January 12, 2013 / 6:59 PM / 6 years ago

Israel seeks to remove Palestinian tent outpost in West Bank

E1, West Bank (Reuters) - Israeli Prime Minister Benjamin Netanyahu said on Saturday he was seeking court approval to remove an outpost of Palestinian tents pitched in an area of the occupied West Bank that Israel has earmarked for a new settlement.

Palestinians, together with Israeli and foreign activists, stand near newly-erected tents in an area known as E1, near Jerusalem January 12, 2013. REUTERS/Baz Ratner

Israel’s Supreme Court ruled on Friday that the Palestinian outpost, built in the geographically sensitive area known as E1, could remain for six days while the issue of its removal was being discussed.

Netanyahu’s pledge last November to build settlements on E1 caused an outcry, with European diplomats warning that it could kill off any hope of creating a contiguous Palestinian state.

The prime minister’s office said in a statement on Saturday that the government was petitioning the court to retract its ruling on the outpost, and had instructed security forces to block off roads leading to the rocky desert terrain.

A group of Palestinian lawmakers was refused entry. But others who came from nearby villages made the long trek up the hillside northeast of Jerusalem to join scores of protesters who have erected 20 large, steel-framed tents in an effort to preserve the land for a future Palestinian state.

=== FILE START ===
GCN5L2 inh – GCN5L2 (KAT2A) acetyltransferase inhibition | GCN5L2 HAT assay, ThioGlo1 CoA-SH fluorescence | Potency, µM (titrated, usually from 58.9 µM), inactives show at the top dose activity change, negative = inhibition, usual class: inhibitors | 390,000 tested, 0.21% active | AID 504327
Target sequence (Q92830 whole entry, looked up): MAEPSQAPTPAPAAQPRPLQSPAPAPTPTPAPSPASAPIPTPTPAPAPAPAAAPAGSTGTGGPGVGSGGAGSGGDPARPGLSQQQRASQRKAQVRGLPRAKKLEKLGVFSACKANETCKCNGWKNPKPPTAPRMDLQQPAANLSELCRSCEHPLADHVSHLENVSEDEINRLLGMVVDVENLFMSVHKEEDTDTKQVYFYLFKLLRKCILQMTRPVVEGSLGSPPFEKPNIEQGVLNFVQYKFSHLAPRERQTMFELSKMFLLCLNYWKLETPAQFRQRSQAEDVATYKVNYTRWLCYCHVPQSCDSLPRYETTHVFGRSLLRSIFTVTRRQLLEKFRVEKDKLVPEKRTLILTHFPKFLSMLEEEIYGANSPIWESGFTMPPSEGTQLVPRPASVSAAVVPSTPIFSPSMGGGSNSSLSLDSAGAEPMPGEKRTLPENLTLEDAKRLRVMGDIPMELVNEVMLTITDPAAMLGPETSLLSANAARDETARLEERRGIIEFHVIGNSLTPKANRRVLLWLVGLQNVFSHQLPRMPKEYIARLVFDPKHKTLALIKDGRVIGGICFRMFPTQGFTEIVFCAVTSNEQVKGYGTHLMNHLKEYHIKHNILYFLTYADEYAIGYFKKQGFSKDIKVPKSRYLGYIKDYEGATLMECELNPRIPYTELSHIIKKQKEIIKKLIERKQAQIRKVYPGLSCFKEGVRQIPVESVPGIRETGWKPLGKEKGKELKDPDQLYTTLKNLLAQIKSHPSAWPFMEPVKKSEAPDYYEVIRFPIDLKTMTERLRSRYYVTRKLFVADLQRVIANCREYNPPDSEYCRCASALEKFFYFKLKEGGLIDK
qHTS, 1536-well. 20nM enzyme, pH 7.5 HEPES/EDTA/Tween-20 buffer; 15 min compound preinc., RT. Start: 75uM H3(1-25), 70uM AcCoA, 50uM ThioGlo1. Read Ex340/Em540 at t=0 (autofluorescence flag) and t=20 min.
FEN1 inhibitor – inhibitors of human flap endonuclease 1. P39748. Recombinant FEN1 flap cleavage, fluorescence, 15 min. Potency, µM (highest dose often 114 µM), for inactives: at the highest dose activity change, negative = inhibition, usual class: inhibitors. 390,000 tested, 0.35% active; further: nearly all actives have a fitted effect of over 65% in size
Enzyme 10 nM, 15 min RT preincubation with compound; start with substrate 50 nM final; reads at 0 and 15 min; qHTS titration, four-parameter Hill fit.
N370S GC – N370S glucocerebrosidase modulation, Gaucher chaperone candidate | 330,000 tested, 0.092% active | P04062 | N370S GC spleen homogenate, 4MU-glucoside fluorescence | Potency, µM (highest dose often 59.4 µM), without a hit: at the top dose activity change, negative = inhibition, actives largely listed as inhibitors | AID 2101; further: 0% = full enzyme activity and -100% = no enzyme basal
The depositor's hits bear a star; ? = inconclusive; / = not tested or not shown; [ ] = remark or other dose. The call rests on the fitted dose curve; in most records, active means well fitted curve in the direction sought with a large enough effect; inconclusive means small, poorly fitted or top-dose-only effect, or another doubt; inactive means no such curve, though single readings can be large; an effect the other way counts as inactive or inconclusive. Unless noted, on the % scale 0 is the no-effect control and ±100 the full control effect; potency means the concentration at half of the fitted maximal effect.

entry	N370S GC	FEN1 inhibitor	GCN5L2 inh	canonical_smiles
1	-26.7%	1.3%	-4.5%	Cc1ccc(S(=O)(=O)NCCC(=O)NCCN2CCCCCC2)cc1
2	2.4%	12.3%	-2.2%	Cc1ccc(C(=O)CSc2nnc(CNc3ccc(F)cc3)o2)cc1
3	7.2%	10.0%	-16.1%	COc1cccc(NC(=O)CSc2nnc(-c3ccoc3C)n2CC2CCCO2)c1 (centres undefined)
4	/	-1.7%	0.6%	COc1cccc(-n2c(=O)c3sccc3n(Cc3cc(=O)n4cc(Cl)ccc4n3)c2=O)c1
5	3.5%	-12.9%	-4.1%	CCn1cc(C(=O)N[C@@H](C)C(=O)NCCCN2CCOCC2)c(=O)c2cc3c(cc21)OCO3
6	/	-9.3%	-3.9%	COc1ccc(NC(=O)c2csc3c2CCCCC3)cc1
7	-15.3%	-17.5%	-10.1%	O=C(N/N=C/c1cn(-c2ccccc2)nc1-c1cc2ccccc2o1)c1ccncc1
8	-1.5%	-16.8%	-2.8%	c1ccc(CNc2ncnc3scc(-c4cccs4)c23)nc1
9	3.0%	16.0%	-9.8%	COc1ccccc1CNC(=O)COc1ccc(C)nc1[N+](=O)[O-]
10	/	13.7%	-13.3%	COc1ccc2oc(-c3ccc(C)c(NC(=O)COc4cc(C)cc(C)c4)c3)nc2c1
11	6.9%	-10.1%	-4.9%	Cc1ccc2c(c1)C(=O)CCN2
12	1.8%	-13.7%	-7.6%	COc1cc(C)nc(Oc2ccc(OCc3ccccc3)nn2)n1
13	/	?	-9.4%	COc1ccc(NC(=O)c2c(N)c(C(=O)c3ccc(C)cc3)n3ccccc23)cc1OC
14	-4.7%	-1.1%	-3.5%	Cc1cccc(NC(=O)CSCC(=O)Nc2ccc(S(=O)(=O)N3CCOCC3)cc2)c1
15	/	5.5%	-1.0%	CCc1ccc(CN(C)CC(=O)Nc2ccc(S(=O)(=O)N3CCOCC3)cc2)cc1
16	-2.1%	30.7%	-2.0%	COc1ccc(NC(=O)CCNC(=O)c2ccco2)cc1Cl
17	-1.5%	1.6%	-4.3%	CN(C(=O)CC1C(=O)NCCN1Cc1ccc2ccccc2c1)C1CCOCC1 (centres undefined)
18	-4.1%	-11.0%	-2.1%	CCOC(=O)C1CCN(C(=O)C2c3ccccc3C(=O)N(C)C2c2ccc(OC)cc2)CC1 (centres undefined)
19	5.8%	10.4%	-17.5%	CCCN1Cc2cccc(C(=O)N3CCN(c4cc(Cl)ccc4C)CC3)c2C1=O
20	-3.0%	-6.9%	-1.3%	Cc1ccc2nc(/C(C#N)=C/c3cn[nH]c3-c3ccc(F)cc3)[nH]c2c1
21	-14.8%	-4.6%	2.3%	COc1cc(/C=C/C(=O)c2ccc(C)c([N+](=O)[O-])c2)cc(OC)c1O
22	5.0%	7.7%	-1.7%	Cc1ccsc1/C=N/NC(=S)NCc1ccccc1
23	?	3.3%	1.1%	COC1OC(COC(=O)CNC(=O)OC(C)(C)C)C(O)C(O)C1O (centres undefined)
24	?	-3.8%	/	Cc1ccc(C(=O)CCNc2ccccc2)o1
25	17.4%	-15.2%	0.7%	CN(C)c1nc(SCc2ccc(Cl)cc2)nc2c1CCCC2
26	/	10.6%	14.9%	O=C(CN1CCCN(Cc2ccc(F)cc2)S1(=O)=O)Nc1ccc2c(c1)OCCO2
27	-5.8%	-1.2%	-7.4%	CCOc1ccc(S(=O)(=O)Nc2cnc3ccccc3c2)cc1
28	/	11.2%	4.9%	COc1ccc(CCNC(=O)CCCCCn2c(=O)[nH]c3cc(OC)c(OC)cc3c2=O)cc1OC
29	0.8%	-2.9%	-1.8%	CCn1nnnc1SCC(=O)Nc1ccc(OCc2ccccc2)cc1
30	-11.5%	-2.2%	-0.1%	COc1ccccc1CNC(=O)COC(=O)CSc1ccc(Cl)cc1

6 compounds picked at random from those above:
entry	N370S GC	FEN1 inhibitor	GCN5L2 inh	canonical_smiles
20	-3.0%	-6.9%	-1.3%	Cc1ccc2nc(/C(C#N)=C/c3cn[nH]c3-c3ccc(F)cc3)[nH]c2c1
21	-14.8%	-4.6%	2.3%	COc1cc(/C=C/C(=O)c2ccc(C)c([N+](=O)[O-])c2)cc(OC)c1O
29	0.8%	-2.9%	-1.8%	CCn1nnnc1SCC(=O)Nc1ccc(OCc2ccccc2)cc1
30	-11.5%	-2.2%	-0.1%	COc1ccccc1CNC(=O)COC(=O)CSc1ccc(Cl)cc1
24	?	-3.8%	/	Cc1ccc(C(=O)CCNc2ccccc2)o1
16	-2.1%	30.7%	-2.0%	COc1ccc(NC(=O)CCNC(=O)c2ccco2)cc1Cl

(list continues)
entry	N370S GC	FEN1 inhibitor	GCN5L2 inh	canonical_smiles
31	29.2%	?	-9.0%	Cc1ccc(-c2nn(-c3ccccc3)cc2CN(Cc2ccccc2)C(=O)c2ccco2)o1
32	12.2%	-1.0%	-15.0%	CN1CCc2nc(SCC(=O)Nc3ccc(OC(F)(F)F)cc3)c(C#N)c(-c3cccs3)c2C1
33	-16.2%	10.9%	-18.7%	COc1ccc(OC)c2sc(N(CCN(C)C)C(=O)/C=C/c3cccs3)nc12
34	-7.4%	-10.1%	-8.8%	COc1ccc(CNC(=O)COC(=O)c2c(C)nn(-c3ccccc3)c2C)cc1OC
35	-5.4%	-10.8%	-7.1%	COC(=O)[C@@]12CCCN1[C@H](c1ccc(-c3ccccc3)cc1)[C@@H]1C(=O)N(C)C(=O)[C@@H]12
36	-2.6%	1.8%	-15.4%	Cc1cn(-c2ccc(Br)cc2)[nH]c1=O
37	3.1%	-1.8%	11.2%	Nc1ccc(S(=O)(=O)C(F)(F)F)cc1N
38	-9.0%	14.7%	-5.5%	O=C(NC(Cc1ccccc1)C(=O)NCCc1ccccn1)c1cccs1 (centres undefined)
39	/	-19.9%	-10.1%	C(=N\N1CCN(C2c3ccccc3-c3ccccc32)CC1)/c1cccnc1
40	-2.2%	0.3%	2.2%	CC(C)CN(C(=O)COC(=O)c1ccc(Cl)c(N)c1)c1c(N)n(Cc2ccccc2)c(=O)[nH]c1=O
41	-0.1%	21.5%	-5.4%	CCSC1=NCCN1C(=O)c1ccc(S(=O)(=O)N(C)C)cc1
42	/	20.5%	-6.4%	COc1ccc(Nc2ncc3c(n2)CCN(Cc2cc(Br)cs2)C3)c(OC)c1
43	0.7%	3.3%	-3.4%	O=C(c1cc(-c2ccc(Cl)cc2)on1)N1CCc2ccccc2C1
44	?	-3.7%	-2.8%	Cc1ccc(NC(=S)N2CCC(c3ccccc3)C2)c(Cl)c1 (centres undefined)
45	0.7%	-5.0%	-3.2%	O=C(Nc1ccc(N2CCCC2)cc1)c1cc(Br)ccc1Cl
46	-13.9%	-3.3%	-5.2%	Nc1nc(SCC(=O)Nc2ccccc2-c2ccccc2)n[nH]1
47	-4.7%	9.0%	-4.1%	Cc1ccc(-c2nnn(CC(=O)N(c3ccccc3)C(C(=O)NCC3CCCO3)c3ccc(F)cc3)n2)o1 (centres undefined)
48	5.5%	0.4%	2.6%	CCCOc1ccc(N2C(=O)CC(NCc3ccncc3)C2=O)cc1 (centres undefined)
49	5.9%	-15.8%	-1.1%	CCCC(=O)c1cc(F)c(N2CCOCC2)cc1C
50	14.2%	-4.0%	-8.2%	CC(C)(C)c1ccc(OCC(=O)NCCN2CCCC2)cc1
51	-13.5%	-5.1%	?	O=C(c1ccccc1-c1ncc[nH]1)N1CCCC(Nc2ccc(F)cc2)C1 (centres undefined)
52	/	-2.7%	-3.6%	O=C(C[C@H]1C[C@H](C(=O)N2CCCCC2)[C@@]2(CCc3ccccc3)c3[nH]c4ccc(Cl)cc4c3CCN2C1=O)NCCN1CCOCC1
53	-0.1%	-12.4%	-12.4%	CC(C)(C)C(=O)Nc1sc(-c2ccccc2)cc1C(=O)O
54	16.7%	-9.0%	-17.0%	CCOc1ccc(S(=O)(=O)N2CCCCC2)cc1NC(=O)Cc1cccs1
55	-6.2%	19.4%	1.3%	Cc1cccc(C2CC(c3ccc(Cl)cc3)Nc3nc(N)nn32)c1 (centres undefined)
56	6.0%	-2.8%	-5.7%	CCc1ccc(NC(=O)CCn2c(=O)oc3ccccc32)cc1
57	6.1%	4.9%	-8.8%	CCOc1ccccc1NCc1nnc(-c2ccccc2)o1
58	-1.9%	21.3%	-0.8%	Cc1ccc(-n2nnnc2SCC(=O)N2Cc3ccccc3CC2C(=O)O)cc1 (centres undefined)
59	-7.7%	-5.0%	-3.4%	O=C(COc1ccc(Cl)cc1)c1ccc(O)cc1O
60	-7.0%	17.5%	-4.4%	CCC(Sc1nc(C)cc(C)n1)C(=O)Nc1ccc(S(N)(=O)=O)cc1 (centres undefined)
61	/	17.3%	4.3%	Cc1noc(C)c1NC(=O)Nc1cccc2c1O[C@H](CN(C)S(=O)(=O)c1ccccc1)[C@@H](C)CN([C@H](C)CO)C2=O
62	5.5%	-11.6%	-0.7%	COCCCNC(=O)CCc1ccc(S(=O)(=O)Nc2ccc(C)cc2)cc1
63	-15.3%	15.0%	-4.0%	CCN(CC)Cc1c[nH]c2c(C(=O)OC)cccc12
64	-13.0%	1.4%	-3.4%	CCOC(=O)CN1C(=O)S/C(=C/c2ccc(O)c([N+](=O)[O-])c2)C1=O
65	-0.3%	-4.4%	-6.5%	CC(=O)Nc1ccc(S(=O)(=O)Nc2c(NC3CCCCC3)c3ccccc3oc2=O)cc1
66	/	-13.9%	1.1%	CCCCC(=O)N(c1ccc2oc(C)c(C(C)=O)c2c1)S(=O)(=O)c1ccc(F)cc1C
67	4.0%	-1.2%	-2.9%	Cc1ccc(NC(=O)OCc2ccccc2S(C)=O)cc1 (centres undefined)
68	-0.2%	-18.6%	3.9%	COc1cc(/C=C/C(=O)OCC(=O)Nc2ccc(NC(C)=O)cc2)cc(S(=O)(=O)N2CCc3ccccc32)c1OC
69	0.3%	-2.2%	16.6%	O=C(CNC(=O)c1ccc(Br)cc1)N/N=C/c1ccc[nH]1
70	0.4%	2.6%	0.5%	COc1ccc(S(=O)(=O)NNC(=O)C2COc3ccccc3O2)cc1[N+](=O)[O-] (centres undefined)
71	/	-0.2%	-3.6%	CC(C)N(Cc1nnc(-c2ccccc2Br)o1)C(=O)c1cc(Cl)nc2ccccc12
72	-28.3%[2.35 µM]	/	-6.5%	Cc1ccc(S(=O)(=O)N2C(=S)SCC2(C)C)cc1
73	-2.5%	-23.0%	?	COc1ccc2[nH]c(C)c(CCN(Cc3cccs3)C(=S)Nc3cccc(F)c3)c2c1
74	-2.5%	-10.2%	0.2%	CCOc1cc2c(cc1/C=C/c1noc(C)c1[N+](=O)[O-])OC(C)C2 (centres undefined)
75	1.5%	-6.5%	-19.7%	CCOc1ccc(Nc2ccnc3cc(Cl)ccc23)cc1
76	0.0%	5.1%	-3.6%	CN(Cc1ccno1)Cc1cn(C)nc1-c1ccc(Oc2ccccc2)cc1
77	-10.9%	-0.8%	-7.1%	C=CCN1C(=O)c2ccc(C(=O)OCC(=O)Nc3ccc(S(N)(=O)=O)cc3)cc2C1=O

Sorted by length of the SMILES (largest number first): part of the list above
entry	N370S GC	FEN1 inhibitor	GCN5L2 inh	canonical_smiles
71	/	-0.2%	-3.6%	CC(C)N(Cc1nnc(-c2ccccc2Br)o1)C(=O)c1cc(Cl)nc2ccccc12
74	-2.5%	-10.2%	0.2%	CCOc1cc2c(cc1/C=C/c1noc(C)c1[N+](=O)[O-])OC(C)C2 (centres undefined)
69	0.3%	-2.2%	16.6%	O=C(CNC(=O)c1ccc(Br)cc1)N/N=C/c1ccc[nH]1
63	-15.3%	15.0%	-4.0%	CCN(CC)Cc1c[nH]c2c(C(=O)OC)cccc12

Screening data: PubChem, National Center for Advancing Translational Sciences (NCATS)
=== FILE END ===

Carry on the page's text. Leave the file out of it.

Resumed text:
The encampment’s name, “Bab el Shams”, which means “Gateway to the Sun” in Arabic, was taken from a novel by Lebanese writer Elias Khoury which tells the history of the Palestinians through a love story. The writer called the protesters in solidarity.

Hanan Ashrawi, a top Palestine Liberation Organization official, said Israeli forces had prevented her from entering the compound with other lawmakers.

“We will continue to try to enter the village of Bab el Shams, which to us means freedom,” she told Reuters.

For years Israel froze building in E1, which currently houses only a police headquarters, after coming under pressure from former U.S. President George W. Bush.

But Netanyahu has recently announced a wave of plans to expand settlements after the Palestinians won de-facto statehood recognition at the United Nations General Assembly last year.

International powers view all Jewish settlement building in areas captured by Israel in the 1967 Arab-Israeli War as detrimental to securing an Israeli-Palestinian peace deal.

E1 covers some 4.6 sq miles (12 sq km) and is seen as particularly important because it not only juts into the narrow “waist” of the West Bank, but also backs onto East Jerusalem, where Palestinians want to establish their capital.

Palestinians want to establish an independent state in the West Bank, which is dominated by Palestinian President Mahmoud Abbas’s Fatah faction, and the Gaza Strip, which is run by the rival Islamist group Hamas.

Approximately 500,000 Israelis and 2.5 million Palestinians live in the West Bank and East Jerusalem. Direct peace talks between Israel and the Palestinians broke down in 2010 over the issue of Israel’s continued settlement building.

Editing by Rosalind Russell

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